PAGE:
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Monday November 12, 2018

Private Letter Ruling

QDOT Election Extension Granted

GiftLaw Note:
Decedent passed away leaving Surviving Spouse, a non-U.S. citizen, as the beneficiary of Decedent's estate. Surviving Spouse was the trustee of Trust 1 and executor of Decedent's estate. A provision in Trust 1 stated that the trustee was to distribute outright the trust estate to Surviving Spouse. Surviving Spouse was advised by an accountant and a law firm that to claim a marital deduction for the estate, a Qualified Domestic Trust (QDOT) was required. Trust 2 was created with a QDOT election and the estate claimed a marital deduction on Form 706. After Form 706 was filed, additional estate assets were discovered. Decedent's estate requested an extension of time under Sec. 301.9100-3 to make a QDOT election under Sec. 2056A(d) on the subsequently discovered assets.

Under Sec. 2001(a) there is a tax imposed on the transfer of a taxable estate of every U.S. decedent citizen or resident. The value of the taxable estate is determined by deducting amounts passed to the surviving spouse from the gross estate. Sec. 2056(a). Section 2056(d)(1)(A) states that if a surviving spouse is not a U.S. citizen, no deduction is allowed under Sec. 2056(a). Section 2056(d)(2)(A) provides that property passing to a surviving spouse in a QDOT is exempted from treatment under Sec. 2056(d)(1)(A). For a trust to qualify as a QDOT, three requirements must be met. First, the trust instrument must have at least one U.S. citizen or domestic corporation trustee with the right to withhold estate tax from principal distributions of the trust. Second, the trust must meet the Sec. 2056A(b) tax collection requirements. The third requirement is that the executor must elect QDOT treatment. Regulation 301.9100-3 allows for an extension of time to be granted if the taxpayer acted reasonably and in good faith and the relief granted will not prejudice the interests of the government. Regulation 301.9100-3(b)(1)(v) states that a taxpayer will be deemed to have acted reasonably and in good faith if the taxpayer reasonably relied on a qualified tax professional who failed to make, or advise the taxpayer to make, the election. Here, the Service determined that Surviving Spouse met the requirements of Sec. 301.9100-3 and granted an extension of 120 days from the date of the letter to make a QDOT election on the subsequently discovered assets.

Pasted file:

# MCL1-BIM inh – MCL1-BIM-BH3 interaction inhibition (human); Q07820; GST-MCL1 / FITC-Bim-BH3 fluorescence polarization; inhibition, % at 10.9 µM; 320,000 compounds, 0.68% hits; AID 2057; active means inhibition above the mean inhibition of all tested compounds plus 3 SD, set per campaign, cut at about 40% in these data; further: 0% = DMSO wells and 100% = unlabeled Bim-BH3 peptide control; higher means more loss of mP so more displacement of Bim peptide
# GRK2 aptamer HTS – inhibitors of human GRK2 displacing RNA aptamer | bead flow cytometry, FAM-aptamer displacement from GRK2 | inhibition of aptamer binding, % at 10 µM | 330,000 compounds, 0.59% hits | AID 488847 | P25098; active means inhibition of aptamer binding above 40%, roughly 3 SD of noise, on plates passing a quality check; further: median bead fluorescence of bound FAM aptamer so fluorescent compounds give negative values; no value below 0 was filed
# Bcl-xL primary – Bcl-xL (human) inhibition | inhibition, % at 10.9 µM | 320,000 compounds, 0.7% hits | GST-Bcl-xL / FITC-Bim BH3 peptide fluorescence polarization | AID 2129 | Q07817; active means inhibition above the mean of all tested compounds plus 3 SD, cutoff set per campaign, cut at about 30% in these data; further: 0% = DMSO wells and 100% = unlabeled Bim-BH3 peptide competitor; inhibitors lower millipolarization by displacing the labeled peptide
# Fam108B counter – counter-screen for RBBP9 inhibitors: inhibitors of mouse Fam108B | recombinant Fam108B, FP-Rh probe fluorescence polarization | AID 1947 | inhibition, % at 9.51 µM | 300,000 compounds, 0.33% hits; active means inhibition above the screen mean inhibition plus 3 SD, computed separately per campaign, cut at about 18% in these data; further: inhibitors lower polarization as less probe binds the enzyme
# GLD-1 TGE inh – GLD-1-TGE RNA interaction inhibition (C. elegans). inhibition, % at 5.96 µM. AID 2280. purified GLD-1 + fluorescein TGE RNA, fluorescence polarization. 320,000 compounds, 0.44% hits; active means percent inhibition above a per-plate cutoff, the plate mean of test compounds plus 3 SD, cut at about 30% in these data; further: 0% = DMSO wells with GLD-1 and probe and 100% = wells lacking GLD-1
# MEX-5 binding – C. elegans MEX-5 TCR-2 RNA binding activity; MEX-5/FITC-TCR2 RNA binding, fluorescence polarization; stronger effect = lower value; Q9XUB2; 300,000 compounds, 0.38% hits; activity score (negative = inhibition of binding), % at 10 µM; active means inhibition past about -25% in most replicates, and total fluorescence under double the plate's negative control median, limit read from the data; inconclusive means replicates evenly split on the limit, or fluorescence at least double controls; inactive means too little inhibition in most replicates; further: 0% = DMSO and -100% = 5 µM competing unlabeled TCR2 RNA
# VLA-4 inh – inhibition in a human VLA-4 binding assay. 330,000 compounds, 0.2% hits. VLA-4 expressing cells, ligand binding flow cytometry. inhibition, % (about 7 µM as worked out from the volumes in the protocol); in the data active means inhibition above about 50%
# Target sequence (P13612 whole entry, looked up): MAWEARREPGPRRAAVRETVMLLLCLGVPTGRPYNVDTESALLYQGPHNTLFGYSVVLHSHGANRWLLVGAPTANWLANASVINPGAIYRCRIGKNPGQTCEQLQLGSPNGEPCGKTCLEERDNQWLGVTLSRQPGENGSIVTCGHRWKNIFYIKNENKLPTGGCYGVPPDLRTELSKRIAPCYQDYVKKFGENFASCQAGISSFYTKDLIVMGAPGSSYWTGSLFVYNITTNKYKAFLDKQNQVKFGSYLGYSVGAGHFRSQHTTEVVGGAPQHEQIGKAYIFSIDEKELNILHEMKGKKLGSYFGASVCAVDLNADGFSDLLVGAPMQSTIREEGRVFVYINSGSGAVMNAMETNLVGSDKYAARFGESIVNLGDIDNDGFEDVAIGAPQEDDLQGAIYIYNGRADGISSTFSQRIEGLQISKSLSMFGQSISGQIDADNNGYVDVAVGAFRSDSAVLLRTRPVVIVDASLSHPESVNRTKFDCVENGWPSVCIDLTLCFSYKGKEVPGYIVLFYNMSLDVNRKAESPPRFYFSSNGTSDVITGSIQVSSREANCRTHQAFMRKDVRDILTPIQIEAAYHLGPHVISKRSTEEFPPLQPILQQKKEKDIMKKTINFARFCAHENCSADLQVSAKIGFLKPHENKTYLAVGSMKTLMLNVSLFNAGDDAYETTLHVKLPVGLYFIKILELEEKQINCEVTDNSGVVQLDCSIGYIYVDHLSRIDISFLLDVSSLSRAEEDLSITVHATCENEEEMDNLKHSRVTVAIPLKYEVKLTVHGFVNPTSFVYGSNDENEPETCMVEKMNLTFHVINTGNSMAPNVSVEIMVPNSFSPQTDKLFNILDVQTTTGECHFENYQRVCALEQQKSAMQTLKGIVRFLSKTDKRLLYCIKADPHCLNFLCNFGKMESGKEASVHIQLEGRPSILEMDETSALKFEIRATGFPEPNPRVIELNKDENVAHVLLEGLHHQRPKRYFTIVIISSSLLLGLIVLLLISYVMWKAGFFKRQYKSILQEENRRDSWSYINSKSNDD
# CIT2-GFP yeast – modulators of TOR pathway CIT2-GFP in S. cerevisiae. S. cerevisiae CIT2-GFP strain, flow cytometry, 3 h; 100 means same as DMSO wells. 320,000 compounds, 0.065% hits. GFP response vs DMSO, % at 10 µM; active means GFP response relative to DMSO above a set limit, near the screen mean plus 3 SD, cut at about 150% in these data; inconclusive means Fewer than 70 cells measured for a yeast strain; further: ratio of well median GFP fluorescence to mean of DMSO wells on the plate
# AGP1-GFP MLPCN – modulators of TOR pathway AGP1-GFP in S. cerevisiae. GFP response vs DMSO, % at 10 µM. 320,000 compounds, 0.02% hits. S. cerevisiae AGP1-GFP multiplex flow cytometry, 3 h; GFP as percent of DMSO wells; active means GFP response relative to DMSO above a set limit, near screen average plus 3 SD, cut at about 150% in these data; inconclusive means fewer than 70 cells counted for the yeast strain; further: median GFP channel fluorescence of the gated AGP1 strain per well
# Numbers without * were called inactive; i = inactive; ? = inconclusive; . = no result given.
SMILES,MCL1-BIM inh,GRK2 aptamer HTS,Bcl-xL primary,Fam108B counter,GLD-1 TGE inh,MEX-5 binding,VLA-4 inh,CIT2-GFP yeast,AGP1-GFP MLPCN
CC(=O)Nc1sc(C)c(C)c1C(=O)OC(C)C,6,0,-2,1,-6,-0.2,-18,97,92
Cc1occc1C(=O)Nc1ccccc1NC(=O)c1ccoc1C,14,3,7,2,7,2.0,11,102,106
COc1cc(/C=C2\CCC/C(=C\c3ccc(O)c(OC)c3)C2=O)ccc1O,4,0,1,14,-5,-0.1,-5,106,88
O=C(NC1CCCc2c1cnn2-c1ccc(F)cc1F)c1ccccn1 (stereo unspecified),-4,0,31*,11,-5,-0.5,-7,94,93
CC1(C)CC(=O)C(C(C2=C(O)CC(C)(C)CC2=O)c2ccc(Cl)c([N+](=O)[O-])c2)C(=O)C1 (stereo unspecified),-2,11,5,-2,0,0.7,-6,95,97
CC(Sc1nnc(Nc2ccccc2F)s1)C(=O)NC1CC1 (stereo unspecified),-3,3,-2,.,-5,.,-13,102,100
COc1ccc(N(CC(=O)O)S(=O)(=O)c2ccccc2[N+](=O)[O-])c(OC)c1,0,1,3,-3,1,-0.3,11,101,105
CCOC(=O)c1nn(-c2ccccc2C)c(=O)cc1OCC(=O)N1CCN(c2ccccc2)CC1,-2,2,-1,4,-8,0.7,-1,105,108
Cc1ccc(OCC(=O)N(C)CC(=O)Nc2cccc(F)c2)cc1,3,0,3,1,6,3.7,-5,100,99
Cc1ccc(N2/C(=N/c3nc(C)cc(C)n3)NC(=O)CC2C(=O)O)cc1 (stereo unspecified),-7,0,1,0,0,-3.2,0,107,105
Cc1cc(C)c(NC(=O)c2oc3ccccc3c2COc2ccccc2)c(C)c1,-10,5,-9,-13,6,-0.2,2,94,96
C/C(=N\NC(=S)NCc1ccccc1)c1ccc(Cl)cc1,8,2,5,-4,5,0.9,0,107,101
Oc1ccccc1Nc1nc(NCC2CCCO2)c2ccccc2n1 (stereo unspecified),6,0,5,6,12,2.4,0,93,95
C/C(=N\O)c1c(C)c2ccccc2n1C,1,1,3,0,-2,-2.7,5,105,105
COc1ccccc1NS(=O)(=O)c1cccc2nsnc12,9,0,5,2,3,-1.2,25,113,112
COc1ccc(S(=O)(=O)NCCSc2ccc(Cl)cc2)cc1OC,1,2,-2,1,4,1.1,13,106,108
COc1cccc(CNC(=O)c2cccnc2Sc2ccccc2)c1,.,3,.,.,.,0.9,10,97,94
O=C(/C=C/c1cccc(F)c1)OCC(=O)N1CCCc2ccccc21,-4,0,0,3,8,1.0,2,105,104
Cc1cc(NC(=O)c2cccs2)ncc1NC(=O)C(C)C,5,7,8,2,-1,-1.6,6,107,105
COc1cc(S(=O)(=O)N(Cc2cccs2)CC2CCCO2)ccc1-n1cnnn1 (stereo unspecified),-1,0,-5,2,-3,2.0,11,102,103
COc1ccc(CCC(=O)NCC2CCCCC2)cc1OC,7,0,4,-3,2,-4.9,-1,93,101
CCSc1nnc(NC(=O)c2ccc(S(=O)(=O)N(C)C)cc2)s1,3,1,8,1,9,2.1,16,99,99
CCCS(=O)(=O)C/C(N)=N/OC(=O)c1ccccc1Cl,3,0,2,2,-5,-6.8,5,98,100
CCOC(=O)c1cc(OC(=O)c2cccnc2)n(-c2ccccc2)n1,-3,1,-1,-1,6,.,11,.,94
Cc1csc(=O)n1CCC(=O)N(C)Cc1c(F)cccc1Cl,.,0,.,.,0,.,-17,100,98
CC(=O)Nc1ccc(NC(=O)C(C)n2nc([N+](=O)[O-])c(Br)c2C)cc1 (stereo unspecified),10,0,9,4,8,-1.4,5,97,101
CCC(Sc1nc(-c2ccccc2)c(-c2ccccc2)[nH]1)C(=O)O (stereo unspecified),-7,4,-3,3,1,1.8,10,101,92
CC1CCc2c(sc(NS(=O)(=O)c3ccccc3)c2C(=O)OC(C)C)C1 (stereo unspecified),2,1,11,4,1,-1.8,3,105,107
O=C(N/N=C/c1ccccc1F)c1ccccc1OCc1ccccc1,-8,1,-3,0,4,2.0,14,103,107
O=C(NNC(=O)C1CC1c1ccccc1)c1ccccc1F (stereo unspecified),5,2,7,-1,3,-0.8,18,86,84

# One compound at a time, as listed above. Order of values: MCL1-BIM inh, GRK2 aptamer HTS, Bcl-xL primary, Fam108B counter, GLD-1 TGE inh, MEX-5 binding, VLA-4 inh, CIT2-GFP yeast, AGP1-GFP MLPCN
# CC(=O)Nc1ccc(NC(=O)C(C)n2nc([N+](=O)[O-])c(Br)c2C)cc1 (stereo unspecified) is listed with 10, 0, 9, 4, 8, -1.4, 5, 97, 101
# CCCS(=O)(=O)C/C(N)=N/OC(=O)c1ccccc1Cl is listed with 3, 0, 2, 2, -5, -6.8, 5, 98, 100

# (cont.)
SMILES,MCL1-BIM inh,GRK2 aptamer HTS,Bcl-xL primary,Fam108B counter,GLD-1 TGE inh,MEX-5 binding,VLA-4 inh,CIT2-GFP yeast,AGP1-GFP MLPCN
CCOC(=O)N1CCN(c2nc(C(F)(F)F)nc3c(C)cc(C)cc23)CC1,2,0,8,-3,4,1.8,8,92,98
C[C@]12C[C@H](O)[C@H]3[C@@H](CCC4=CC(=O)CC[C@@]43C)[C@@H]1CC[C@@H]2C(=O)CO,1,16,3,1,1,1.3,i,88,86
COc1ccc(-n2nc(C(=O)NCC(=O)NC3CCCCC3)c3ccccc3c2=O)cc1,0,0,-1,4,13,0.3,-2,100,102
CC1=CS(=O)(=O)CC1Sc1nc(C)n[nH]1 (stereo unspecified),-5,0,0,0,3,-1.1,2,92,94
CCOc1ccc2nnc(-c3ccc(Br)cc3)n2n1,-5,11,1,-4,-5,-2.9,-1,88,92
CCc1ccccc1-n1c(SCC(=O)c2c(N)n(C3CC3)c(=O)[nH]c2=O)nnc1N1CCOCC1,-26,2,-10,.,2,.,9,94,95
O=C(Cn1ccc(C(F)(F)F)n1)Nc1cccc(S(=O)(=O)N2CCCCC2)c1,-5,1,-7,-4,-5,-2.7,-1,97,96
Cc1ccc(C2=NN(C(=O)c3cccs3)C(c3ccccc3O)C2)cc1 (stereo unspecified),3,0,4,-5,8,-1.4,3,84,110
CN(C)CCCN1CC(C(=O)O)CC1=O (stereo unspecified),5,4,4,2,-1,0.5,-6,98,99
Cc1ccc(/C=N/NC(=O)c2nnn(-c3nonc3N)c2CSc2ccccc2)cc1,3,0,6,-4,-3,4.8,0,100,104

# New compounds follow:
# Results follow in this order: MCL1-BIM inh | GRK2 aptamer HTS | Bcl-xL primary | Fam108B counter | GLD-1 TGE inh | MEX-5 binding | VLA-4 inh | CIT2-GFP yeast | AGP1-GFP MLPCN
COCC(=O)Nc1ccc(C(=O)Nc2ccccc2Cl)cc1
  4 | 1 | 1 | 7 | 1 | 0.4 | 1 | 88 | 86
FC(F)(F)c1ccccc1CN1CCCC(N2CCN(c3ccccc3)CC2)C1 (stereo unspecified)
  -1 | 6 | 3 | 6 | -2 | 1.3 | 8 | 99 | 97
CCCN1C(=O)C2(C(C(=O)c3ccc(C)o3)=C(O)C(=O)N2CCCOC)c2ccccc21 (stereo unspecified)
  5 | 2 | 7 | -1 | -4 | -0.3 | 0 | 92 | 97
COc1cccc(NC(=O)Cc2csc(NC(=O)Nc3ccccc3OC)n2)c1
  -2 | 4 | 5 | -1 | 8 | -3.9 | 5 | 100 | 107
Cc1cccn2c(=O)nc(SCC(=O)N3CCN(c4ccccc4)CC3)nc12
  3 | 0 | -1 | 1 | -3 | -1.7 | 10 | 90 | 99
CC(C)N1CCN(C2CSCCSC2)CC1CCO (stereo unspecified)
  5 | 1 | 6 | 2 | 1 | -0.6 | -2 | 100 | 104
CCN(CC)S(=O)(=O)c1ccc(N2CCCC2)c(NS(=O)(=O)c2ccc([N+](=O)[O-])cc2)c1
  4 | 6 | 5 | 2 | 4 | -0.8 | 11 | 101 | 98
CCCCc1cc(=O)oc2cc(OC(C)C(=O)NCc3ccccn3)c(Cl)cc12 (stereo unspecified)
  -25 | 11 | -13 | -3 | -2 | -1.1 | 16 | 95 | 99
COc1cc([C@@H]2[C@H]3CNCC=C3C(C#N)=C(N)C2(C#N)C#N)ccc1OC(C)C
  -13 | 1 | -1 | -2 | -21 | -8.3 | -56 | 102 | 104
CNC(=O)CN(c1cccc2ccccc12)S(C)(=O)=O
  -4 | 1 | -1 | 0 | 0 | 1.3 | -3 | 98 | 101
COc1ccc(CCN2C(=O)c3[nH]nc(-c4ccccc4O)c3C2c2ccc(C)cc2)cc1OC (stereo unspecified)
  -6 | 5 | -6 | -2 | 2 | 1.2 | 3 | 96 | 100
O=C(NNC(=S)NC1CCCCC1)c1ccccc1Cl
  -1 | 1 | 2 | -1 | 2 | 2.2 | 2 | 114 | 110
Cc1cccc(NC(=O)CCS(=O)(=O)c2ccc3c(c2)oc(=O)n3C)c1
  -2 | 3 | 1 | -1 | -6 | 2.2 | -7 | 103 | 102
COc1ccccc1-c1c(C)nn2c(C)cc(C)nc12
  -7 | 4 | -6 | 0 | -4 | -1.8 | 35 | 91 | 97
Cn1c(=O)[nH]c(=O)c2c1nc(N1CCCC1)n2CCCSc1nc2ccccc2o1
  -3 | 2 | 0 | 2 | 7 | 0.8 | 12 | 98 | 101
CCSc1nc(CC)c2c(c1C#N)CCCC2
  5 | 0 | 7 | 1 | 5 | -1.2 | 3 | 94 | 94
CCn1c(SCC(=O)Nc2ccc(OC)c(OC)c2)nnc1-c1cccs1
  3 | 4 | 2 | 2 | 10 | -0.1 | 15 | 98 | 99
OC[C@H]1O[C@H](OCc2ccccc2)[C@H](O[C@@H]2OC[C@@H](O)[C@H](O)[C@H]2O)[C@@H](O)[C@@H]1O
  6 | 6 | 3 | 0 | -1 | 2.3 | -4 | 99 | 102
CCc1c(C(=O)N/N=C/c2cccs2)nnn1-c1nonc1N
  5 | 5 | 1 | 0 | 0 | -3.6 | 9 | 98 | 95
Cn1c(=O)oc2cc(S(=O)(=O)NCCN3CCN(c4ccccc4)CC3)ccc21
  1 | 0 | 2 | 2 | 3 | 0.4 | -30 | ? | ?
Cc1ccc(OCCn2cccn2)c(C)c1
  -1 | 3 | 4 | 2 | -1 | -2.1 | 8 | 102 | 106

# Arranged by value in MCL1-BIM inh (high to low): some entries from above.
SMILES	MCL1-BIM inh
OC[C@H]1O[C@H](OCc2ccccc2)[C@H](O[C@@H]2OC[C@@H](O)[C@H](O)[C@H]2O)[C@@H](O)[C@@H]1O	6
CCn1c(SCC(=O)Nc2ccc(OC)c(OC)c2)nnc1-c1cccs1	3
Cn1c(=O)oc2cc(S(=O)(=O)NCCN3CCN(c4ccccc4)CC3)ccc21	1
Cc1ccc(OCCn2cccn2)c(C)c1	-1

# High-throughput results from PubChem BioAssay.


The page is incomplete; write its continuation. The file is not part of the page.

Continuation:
PLR 201830001 QDOT Election Extension Granted

7/27/2018 (04/17/2018)

Dear * * *:

This letter responds to your personal representative's letter of December 29, 2017, requesting an extension of time pursuant to §§ 301.9100-1 and 301.9100-3 of the Procedure and Administration Regulations to make a Qualified Domestic Trust (QDOT) election under § 2056A of the Internal Revenue Code (Code).

The facts and representations submitted are as follows:

On Date, Decedent died testate, survived by spouse (Spouse). Spouse was not a citizen of the United States at that time.

Under Article II of his will, Decedent bequeathed the residue of his estate to Trust 1. Spouse is the trustee of Trust 1 and the executor of Decedent's estate.

Article 3.2 of Trust 1 provides, in relevant part, that upon Decedent's death, the trustee is to distribute outright the trust estate to Spouse.